Millions of UK children living in poverty – search postcode to find out reality near you


The latest official figures show that there were 2.8 million children across the country living below the breadline in March 2021, even before the cost of housing was taken into account

The figures mean that one in every five children in the UK was living in poverty last year (file photo)

A shocking two in three children are living in poverty in some parts of the UK, the latest figures show.

Data shows there were 2.8million children across the country living below the breadline in March 2021, even before the cost of housing was taken into account.

The number has dipped from 3.2million in March 2020 thanks in part to financial support from the government during the start of the pandemic.

However, with the £20 uplift to Universal Credit gone, living costs rising, and benefits not keeping up, charities have warned the situation is likely to get much worse.

The figures mean that one in every five children in the UK was living in poverty last year (19%) – and in some neighborhoods the situation is even more stark.

Analysis of hyperlocal data (areas with a population of around 7,200 people each) show that in the Govanhill West area of ​​Glasgow, 69% of children are living in poverty.

Use our postcode-search interactive tool to see the proportion of children living in low-income families in your neighborhood:

The figures include teenagers up to the age of 19 who are still living at home with their parents or carers and are in full time education or training.

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The proportions are estimates based on DWP figures on the number of children living in families with a household income of less than 60% of the UK average as of March 2021, and population estimates from the Office for National Statistics as of mid-2020.

As the Government only publishes local data on child poverty before housing costs, in some cases these figures are likely an underestimate of the number of children living in poverty – particularly in areas with high rents.







In some neighborhoods the situation is even more stark (File photo)
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Meanwhile, the figures also suggest that work isn’t a reliable route out of poverty – the majority of children living below the breadline last year had at least one working parent.

Imran Hussain, director of policy and campaigns at Action for Children, said: “These figures show the Chancellor’s actions to increase incomes at the start of the pandemic lifted hundreds of thousands of children out of poverty, but the Treasury’s relative inaction to help families on low incomes in today’s cost of living crisis are likely to see any progress lost and child poverty climb again.







Data shows there were 2.8 million children across the country living below the breadline in March 2021 (file photo)
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LightRocket via Getty Images)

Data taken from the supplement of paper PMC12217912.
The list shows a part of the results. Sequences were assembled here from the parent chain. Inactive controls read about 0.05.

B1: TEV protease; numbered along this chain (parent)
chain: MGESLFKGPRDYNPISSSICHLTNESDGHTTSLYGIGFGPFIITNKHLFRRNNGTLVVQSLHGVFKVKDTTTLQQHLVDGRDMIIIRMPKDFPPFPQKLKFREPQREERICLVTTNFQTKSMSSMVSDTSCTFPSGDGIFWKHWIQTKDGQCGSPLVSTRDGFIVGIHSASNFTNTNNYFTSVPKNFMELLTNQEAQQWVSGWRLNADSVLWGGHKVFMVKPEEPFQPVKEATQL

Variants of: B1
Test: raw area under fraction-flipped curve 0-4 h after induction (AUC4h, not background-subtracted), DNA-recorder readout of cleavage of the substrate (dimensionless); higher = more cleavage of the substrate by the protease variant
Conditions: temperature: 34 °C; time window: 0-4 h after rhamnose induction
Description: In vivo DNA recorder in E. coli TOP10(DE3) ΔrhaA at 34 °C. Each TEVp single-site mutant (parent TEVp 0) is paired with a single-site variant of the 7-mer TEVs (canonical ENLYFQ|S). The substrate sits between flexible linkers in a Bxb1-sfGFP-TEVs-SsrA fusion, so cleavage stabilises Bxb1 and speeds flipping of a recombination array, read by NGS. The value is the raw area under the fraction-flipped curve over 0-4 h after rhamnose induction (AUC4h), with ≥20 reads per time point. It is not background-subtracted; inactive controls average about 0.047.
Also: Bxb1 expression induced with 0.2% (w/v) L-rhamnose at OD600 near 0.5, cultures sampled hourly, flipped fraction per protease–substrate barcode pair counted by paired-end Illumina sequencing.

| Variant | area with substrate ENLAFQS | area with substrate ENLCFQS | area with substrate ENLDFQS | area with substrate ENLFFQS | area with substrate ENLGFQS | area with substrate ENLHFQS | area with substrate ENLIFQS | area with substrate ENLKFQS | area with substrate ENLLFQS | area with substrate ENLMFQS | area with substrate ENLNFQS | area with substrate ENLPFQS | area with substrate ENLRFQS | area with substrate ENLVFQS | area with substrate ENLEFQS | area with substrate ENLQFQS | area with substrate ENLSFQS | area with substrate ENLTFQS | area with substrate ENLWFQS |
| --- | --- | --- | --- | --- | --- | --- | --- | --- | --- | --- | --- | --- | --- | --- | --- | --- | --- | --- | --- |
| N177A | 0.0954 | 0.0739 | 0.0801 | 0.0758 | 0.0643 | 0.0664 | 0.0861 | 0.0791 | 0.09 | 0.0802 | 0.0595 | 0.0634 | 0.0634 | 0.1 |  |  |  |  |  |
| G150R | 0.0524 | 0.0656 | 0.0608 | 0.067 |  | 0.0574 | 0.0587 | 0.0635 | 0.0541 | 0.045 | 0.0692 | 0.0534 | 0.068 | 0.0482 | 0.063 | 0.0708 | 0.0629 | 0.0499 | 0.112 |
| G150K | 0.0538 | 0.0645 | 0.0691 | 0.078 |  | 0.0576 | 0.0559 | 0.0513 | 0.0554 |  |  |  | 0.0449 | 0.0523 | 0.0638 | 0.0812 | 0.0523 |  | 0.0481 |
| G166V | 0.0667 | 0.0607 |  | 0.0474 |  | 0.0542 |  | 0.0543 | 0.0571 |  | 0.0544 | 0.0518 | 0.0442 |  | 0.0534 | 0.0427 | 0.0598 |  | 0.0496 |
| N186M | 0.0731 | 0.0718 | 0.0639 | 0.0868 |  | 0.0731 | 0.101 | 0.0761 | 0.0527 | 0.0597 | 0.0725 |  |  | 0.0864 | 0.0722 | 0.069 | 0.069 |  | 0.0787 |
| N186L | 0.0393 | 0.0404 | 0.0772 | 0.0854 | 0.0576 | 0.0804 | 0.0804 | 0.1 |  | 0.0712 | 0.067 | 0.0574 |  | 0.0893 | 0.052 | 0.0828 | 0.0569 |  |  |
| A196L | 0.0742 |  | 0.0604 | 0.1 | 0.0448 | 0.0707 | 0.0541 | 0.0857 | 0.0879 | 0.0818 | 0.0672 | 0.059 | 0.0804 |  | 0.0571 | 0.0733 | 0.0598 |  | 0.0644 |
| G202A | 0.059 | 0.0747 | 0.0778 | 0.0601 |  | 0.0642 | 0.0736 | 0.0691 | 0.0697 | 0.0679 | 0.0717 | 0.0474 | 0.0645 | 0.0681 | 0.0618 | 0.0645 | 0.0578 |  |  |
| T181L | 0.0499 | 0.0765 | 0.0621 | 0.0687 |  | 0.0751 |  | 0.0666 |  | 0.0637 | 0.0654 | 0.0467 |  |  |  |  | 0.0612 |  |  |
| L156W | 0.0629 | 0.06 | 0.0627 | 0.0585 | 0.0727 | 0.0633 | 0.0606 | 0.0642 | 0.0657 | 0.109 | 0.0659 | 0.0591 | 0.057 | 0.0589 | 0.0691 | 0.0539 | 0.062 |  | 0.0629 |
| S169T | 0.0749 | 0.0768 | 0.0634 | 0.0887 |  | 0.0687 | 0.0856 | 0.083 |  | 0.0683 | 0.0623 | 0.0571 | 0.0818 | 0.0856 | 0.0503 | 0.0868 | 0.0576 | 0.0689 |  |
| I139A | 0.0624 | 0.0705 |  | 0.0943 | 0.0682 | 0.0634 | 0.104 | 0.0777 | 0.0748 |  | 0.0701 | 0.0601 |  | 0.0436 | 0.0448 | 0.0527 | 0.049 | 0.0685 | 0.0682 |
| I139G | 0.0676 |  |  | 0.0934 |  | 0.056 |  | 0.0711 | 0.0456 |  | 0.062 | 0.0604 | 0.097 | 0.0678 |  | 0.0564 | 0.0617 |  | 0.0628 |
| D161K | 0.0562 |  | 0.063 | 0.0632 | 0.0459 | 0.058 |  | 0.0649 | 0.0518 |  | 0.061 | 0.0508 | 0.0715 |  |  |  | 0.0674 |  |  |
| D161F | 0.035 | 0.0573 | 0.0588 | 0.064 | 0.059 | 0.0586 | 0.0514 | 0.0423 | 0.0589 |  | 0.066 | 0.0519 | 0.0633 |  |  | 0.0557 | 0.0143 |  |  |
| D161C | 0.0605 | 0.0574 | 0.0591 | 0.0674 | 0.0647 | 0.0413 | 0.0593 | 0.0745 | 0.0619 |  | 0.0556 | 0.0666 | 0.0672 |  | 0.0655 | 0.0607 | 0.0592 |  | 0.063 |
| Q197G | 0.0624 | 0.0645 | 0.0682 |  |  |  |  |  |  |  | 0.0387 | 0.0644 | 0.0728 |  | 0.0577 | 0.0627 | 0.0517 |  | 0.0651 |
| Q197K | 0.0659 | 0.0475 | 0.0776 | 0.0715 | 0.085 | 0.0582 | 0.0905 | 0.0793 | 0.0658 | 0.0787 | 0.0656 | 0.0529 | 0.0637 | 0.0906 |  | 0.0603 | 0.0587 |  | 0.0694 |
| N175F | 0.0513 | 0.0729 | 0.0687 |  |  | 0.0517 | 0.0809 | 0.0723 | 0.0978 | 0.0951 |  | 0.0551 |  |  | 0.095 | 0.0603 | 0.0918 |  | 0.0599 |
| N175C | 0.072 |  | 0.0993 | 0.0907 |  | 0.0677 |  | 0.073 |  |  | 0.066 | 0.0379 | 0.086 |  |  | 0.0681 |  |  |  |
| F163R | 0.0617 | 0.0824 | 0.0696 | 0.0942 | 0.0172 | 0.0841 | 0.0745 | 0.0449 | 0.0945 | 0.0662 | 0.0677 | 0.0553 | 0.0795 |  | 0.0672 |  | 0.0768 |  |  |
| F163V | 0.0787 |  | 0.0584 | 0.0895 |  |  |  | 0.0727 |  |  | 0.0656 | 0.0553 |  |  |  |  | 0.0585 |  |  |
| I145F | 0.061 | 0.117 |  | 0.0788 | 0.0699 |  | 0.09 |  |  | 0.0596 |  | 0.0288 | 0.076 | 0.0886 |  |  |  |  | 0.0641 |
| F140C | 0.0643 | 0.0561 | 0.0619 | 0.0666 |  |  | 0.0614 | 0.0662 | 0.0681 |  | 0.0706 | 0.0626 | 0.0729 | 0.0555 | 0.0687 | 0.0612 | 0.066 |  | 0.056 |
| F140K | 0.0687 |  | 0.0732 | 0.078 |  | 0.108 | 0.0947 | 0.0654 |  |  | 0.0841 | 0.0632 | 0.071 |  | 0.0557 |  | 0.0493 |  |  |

“As prices continue to rise, more low-income parents we support who were just about managing could go under, with no tips, tricks or hacks left to stretch their income over the month.

“Our new research shows nearly half (47%) of children we polled from low-income backgrounds worry about their family’s finances as struggling parents are left to decide whether to put food on the table or heat their homes.

“As well as the current cost of living crisis, many families with children are still reeling from October’s £20-a-week cut to Universal Credit.







The government says they continue to provide extensive support to help families
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“Unless the Government chooses to shield them now by protecting benefits from rising inflation, it will fail on its manifesto pledge to cut child poverty and millions of families will continue to face years of miserable hardship.”

A government spokesperson said: “The latest figures show there were fewer children in poverty, and as work is the best route out of poverty, it’s right that we focus on filling the record number of vacancies.

“We continue to provide extensive support to help families with the cost of living, backed up by over £22 billion of targeted investment to help low-income households.







Many families with children are still reeling from October’s £20-a-week cut to Universal Credit (file photo)
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Getty Images/iStockphoto)

“This includes putting an average of £1,000 more per year into the pockets of working families via changes to Universal Credit, cutting fuel duty and helping households with their energy bills through our £9.1 billion Energy Bills Rebate.

“We have also increased the minimum wage by more than £1,000 a year for full-time workers and are raising National Insurance thresholds so people across the UK will keep more of what they earn before they start paying tax, while our £1 billion Household Support Fund is helping the most vulnerable with essential costs.”

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www.mirror.co.uk

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George Holan

George Holan is chief editor at Plainsmen Post and has articles published in many notable publications in the last decade.

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